Video games can(not) cause violence

With the recent controversy over Hatred, a game about a nameless trenchcoat man going on a murderous rampage after being frustrated with the world, which got momentarily banned from Steam, sparked immense controversy over its violent trailer and caused lots of hysteria, I really wanted to think this one through.

Can video games cause violence?

Cause? No.

Encourage? In a very specific way, yes.

However, as wierd as it sounds, Hatred is actually more of a game that would discourage violence than encourage it.

I’ve written a few posts about how competitive human vs human games are self-destructive, encourage a toxic community and encourage the player to see other human beings as objectified titles, such as “winner” or “loser”. I also wrote about the Power of Encouragement which talks about how an immersive environment shapes the inhabitant to behave towards a certain way by using human psychology.

One thing is for certain; you can influence humans through video games. Especially more so if the player is with a game and its community for an extended period of time. Anyone who plays video games or really, any hobby or activity, will acquire habits, mannerisms, ideas and traits, sometimes without even realizing them until much later.

I’ve played video games my entire life and this has been true for me. During my time with Soldat, a multiplayer shooter game, I noticed how I cared less for the action I originally enjoyed the game for and focused more on the metagame of scoring arbitrary points to win. Calling inexperienced players as noobs felt like a normality and trash talk seemed like an ok thing to do.

I had been exposed to a lot of violent media and I noticed a couple interesting things about it. If the piece depicted violence realistically, in a more grounded way, I would be less likely to think about wanting to see that shit in real life. Meanwhile, if violence was depicted in a piece as a thing of normality and cartoonishly, with using tactics like censoring gore, not keeping the consequences real, brushing off violent acts as no big deal, I’d be more likely to accept as violence a way to solve a problem in real life.

This was especially more so when I was younger and immersed more in the latter than the former. It can distort the view of the world in a real way. A young inexperienced mind or one that has been immersed in a falsifying environment for a very long period can forget reality and accept violence as an ok thing to do in real life.

Which brings me back to Hatred.

Hatred, as violent, brutal and dark as it is, depicts violence in a very believable way. In the trailer, you can see as the player’s victims are terrified shitless. Notice how everything around the player begs them to stop doing it, with people screaming in terror, police trying to subdue you, peace and happiness having completely gone from this world. Its ugly and terrible. Its satisfying too, but only for so long as your anger lasts when playing this.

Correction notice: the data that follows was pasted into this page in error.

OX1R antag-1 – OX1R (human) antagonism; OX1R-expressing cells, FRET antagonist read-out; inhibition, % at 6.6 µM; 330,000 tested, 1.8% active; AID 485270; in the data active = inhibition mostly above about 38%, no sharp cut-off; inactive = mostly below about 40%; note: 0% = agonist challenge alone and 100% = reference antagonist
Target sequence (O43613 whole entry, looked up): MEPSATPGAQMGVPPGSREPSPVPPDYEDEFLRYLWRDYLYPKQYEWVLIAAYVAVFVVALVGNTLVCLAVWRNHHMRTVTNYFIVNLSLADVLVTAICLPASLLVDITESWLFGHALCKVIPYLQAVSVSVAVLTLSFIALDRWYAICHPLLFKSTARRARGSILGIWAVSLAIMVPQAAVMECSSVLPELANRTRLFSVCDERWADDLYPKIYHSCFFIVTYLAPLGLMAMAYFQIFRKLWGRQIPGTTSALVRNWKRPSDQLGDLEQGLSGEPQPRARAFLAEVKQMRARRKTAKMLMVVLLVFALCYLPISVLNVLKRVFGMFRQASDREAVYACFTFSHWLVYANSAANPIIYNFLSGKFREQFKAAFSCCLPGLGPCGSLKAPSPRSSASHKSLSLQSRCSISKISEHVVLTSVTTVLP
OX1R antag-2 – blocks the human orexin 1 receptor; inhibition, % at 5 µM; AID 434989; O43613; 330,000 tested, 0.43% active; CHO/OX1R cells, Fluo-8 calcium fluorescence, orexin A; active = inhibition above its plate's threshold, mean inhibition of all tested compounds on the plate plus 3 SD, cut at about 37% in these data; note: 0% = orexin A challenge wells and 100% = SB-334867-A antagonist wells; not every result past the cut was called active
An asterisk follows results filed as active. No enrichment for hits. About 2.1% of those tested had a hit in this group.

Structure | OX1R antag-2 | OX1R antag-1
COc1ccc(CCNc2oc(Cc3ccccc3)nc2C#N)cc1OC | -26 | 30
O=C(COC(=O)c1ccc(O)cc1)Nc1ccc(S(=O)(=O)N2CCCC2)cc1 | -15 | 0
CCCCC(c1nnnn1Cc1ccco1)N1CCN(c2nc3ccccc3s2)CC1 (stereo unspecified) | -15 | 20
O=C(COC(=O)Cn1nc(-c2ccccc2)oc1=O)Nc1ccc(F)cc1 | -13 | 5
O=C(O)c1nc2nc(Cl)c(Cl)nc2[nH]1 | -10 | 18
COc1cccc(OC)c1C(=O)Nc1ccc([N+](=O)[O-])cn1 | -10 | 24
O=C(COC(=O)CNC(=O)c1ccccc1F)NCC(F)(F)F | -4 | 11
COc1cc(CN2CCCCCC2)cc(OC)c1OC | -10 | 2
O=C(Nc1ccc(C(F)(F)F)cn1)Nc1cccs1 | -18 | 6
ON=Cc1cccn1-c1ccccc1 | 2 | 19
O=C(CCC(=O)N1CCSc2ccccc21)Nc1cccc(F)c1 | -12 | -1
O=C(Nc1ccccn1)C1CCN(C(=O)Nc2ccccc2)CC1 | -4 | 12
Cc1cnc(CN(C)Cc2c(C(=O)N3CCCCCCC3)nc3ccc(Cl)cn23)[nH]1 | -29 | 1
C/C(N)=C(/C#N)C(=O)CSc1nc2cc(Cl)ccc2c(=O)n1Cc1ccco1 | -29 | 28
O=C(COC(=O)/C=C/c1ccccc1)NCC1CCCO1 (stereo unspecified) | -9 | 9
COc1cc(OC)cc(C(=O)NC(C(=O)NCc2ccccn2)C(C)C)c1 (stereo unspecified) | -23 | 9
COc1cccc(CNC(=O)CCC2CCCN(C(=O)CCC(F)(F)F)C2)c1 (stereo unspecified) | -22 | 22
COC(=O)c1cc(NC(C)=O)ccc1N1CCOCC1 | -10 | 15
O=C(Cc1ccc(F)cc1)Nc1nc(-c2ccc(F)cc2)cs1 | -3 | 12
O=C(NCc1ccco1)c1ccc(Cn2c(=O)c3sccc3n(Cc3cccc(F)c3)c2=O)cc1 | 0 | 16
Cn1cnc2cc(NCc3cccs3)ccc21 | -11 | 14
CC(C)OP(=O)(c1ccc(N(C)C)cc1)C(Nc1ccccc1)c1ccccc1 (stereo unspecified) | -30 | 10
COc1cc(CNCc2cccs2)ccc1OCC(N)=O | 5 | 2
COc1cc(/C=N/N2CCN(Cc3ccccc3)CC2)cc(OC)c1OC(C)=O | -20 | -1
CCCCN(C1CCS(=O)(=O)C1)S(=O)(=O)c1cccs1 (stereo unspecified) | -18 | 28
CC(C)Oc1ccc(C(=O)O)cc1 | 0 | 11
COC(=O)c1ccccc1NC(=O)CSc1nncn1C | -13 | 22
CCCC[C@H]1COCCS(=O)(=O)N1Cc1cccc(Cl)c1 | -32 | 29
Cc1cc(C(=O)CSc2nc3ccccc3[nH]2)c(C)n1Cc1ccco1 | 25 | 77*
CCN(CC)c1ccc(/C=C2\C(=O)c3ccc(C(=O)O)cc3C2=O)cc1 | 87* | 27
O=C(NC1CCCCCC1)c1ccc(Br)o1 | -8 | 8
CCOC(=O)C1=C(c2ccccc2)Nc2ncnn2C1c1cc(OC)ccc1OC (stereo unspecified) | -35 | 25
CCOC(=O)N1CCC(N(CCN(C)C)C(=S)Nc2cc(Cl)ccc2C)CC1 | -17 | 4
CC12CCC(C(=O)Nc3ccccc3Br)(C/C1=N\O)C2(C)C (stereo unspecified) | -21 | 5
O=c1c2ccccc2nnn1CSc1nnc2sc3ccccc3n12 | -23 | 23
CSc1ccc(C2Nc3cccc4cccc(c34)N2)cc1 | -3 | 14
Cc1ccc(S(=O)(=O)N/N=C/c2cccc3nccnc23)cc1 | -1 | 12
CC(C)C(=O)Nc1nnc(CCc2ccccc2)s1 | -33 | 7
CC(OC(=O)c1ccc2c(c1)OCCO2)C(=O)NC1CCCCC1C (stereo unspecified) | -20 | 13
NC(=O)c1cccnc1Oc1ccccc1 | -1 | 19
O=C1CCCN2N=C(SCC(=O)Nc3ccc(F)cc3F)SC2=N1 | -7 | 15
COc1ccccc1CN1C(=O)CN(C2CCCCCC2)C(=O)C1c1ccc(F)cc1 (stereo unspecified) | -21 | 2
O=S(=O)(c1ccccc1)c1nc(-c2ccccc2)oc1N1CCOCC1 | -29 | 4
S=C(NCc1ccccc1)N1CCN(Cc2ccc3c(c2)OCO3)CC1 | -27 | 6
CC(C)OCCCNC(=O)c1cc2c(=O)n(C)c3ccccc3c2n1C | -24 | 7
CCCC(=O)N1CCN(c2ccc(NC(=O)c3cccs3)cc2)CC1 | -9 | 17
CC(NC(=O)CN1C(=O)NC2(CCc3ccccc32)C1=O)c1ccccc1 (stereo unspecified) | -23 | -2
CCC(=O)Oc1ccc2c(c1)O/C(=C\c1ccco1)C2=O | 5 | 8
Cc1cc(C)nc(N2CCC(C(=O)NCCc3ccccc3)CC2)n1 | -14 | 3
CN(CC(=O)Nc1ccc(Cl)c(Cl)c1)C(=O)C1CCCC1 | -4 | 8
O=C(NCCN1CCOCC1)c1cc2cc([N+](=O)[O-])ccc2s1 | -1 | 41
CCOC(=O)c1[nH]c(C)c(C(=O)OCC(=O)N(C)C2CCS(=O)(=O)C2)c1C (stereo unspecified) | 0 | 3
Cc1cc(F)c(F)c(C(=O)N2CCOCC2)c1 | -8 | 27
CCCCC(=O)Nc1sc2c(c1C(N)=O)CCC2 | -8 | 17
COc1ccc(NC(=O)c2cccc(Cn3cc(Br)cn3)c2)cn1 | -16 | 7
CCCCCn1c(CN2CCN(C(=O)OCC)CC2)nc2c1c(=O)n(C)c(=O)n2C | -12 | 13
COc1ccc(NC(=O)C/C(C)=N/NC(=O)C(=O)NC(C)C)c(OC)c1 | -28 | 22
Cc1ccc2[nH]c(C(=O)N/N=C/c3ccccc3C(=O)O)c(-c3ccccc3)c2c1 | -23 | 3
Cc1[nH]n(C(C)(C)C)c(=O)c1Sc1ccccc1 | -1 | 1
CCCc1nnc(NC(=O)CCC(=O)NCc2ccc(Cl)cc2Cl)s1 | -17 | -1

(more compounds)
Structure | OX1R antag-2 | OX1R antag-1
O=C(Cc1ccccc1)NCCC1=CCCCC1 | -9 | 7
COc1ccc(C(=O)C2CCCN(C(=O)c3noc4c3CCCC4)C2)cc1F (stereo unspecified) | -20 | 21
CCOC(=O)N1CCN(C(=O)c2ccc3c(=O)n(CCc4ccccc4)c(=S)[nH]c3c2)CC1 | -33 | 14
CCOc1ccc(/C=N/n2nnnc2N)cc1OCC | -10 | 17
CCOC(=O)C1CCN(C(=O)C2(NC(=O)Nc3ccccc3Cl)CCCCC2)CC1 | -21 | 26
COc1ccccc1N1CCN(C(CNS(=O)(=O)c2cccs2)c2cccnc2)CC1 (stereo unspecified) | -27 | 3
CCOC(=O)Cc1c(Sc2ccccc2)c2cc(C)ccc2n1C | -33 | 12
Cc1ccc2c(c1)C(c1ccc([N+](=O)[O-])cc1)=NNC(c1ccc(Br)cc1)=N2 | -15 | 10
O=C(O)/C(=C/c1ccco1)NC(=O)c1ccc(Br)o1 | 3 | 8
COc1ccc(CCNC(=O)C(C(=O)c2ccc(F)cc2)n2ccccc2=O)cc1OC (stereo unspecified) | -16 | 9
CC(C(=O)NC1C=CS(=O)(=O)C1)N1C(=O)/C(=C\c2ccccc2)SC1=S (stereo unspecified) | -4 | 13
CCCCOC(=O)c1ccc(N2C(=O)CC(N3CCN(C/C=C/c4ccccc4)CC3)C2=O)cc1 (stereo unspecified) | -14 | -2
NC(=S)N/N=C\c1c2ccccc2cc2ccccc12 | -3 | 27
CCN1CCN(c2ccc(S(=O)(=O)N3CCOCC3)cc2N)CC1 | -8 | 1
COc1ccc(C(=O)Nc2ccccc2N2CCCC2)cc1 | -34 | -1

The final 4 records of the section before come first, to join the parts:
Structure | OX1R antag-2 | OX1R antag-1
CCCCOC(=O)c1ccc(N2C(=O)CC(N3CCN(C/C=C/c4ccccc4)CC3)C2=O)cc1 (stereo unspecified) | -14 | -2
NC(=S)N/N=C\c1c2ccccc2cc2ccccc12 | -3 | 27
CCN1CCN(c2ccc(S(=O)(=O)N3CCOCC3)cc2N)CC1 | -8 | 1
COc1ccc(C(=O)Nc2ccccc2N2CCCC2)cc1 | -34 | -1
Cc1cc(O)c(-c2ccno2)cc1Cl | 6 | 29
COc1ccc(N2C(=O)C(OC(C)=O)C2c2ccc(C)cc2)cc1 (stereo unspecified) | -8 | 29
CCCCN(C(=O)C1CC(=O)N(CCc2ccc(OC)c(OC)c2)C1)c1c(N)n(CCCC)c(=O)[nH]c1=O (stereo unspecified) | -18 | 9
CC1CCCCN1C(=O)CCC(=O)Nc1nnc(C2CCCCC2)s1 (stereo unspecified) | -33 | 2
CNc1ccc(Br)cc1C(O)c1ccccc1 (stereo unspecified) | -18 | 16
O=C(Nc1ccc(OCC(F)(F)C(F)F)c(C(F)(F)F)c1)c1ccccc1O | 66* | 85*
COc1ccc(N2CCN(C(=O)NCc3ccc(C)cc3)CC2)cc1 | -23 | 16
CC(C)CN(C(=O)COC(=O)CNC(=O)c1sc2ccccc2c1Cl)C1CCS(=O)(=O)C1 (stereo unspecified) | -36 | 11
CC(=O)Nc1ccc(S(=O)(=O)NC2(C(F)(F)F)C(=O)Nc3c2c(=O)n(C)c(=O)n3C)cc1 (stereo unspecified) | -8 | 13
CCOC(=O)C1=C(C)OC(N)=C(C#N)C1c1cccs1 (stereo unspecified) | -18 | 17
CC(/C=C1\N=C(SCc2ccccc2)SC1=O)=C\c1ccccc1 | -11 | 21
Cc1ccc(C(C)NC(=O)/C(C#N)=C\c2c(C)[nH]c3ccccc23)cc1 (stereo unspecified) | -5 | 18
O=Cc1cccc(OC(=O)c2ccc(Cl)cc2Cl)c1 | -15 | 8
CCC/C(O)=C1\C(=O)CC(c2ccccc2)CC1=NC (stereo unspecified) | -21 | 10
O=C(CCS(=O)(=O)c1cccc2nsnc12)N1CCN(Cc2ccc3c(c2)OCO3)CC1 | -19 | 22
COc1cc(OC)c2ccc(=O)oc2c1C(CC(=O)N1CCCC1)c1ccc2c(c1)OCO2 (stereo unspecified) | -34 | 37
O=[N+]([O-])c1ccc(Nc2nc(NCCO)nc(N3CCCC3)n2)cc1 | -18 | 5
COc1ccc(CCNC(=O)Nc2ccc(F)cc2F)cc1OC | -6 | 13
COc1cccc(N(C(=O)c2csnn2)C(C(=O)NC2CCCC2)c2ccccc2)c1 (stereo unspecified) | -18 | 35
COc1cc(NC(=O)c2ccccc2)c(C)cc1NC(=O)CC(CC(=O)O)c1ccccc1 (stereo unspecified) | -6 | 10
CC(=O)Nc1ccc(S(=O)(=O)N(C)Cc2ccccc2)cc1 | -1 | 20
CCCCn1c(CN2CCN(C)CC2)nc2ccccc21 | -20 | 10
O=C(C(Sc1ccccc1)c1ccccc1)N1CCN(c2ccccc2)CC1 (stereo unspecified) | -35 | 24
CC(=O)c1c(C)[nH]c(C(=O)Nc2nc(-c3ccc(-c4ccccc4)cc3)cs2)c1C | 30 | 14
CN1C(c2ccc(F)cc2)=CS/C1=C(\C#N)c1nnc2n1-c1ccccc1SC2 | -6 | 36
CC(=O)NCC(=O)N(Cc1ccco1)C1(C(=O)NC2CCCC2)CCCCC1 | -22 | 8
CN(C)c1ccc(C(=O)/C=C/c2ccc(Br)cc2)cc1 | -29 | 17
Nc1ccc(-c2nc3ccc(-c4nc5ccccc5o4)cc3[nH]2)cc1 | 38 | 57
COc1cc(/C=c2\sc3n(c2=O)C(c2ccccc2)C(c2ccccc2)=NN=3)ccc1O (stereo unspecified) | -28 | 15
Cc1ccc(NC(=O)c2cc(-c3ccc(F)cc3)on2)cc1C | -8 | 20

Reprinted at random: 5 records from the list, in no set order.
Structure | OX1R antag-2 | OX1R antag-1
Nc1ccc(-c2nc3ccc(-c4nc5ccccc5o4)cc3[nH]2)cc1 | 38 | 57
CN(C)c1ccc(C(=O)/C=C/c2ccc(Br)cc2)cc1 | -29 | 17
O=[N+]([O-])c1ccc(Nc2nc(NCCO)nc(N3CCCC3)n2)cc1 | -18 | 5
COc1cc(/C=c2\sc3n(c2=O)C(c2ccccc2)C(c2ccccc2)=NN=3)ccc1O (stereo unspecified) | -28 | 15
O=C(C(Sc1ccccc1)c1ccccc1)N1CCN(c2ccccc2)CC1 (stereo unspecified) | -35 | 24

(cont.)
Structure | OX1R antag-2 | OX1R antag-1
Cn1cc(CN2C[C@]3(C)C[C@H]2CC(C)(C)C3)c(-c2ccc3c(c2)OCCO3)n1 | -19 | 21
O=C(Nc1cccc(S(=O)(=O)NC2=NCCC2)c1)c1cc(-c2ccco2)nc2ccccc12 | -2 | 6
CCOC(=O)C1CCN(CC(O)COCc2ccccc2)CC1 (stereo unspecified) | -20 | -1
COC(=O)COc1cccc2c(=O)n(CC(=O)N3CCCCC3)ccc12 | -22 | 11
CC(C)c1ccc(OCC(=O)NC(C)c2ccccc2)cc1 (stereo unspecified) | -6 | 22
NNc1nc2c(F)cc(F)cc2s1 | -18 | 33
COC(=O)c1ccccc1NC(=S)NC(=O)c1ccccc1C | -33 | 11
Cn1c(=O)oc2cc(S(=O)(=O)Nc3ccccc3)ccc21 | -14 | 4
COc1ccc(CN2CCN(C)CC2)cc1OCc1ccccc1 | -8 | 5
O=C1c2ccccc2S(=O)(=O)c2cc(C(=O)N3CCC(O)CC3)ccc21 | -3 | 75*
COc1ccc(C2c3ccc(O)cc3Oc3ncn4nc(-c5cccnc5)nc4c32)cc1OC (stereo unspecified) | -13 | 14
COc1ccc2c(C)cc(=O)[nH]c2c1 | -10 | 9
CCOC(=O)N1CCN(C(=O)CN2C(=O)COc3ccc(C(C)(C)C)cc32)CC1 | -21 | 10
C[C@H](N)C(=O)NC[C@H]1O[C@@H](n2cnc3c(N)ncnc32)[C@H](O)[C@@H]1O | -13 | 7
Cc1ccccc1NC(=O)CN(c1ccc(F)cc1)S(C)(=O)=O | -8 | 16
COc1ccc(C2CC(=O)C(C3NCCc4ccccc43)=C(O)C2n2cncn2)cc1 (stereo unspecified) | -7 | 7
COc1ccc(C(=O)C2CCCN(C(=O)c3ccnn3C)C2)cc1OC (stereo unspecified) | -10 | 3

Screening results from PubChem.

As a way to unwind and manage anger, it does the job nicely, as it designed to be. However, it doesn’t hide or censor violence in any way while doing it, showing very clearly how fucked up it would be if this happened in real life. This is a good thing. Hatred does it right.

By being as brutal and controversial as it is, its actually discouraging the player to this in real life, believe it or not. By keeping it somewhat realistic, it gives a better depiction of what violence is like in real life, thus allowing the player to witness the consequences and horror that come with it, which should make them more aware of what its like, for real.


Violence is horrible!

Meanwhile, a cartoon like Tom & Jerry or something else censored that depicts violence as a normality, a funny thing and as something that has no consequences, does the opposite of what Hatred does and leaves the viewer unaware of what violence really does, thereby making it more easier to try violence in real life. Until someone actually gets hurt, that is.


Violence is awesome!

With that said, if I’d like children to be less likely to consider violence to solve their problems, I’d prefer to show the kids some Hatred, Manhunt and instead of letting them play call of duty multiplayer, watch Tom & Jerry and tell them that Santa Claus is real.

Merry Christmas by the way.

One last thing I’d like to mention is that besides showing realistic violence to repulse people from using it in real life and considering it a normality would be to follow it up with suggestions of non-violent alternatives to solve whatever problems they may be having at less cost, than if you would have used violence instead.

This is one thing that Hatred and any other super violent games are missing, but it can’t be helped since you can’t always include everything in a game. Still, realistic brutality and violence is much better than censoring it.

TL;DR: Cartoon violence is bad. Real brutal violence is good.


One thought on “Video games can(not) cause violence

  1. That’s an interesting point. When I was little and my mother had on the news and I saw people starving and dying in the other part of the world I do feel like I grew a lot of empathy at that point. There are people out there who are in agony!

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